Quality & Quantity 38: 771–786, 2004.
© 2004 Kluwer Academic Publishers. Printed in the Netherlands.
Extend (r, Q) Inventory Model Under Lead Time
and Ordering Cost Reductions When the Receiving
Quantity is Different from the Ordered Quantity
and I-CHUAN LIN
Department of Business Administration, Tamkang University, Tamsui, Taipei 251, Taiwan;
Graduate of Management Sciences, Aletheia University, Tamsui, Taipei 251, Taiwan
Abstract. This paper investigates the continuous review inventory model involving variable lead
time with partial backorders, where the amount received is uncertain. The options of investing in
ordering cost reduction is included, and lead time can be shortened at an extra crashing cost. The
objective of this article is to simultaneously optimize the order quantity, reorder point, ordering cost
and lead time. We ﬁrst assume that the lead time demand follows a normal distribution and develop
an algorithm to ﬁnd the optimal solution. Then, we relax the assumption of normality to consider a
distribution free case where only the mean and standard deviation of lead time demand are known.
We apply the minimax distribution free procedure to solve this problem. For both cases, we also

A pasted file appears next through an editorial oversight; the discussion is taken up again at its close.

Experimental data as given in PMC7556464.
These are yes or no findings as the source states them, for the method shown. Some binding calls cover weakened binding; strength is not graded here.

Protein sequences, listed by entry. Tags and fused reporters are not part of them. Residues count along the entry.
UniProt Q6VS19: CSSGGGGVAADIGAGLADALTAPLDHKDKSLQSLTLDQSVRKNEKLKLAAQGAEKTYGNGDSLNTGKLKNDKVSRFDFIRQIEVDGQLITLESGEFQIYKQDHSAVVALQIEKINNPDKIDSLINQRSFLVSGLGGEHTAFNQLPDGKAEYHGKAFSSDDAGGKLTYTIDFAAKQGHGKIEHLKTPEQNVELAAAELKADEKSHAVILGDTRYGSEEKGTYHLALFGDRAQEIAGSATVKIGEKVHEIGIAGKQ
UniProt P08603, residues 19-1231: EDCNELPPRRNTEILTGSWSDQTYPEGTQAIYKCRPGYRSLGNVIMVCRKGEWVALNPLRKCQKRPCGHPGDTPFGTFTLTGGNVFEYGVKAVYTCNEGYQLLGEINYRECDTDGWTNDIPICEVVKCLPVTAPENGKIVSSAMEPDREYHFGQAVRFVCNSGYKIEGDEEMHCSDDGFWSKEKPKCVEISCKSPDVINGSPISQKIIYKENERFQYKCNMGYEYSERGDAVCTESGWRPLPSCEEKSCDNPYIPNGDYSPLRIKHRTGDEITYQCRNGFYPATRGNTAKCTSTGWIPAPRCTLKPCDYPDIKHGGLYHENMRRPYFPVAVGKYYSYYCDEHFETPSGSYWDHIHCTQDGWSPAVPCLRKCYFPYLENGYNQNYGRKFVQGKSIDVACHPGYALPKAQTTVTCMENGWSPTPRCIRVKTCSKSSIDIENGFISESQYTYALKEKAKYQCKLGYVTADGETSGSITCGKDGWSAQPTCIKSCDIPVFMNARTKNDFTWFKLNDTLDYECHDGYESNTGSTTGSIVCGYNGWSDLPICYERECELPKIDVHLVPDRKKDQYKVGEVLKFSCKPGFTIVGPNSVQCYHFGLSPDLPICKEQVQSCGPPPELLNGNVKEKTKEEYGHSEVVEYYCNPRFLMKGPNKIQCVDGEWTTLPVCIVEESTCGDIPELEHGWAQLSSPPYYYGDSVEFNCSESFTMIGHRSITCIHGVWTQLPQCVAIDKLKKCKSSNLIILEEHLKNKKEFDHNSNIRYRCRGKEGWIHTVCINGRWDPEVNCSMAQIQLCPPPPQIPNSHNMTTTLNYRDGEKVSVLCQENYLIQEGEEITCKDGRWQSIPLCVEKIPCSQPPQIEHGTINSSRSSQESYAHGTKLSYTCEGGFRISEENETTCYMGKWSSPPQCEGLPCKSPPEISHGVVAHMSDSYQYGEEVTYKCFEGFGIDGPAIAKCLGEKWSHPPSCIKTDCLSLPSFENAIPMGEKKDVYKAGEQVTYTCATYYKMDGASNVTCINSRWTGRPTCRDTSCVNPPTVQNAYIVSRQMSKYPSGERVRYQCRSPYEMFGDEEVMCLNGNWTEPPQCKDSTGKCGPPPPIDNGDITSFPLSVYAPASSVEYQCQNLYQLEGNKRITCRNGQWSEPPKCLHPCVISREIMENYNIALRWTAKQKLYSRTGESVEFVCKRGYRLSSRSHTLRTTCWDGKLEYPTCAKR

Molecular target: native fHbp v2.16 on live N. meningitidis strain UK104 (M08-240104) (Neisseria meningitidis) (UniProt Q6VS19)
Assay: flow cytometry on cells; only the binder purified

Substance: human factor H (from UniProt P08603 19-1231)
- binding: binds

show that the objective cost function to be minimized is jointly convex in the decision variables.
Furthermore, two numerical examples are given to illustrate the results.
Key words: inventory, ordering cost reduction, lead time, minimax distribution free.
Among the modern production management, the Japanese successful experiences
of using Just-In-Time (JIT) production show that the advantages and beneﬁts asso-
ciated with the efforts to control the lead-time can be clearly perceived. The goal of
JIT inventory management philosophies is the focus that emphasizes high quality,
keeps low inventory level and lead-time to a practical minimum. Shortening the
lead time is recognized as the feasible and effective way to achieve the goal of JIT.
In traditional, most deterministic and stochastic inventory models assume that
the lead-time is a given parameter or a random variable (therefore it is uncontrol-
lable), and determines the optimal operating policy on the basis of this unrealistic
assumption (Naddor, 1966; Silver and Peterson, 1998). In fact, in many practical
situations, lead-time is not a given parameter or a random variable; it can be con-
trolled and reduced at an added cost. Recently, some models considering lead-time
as a decision variable have been developed. Liao and Shyu (1991) have initiated
a study on lead-time reduction by presenting an inventory model in which lead-
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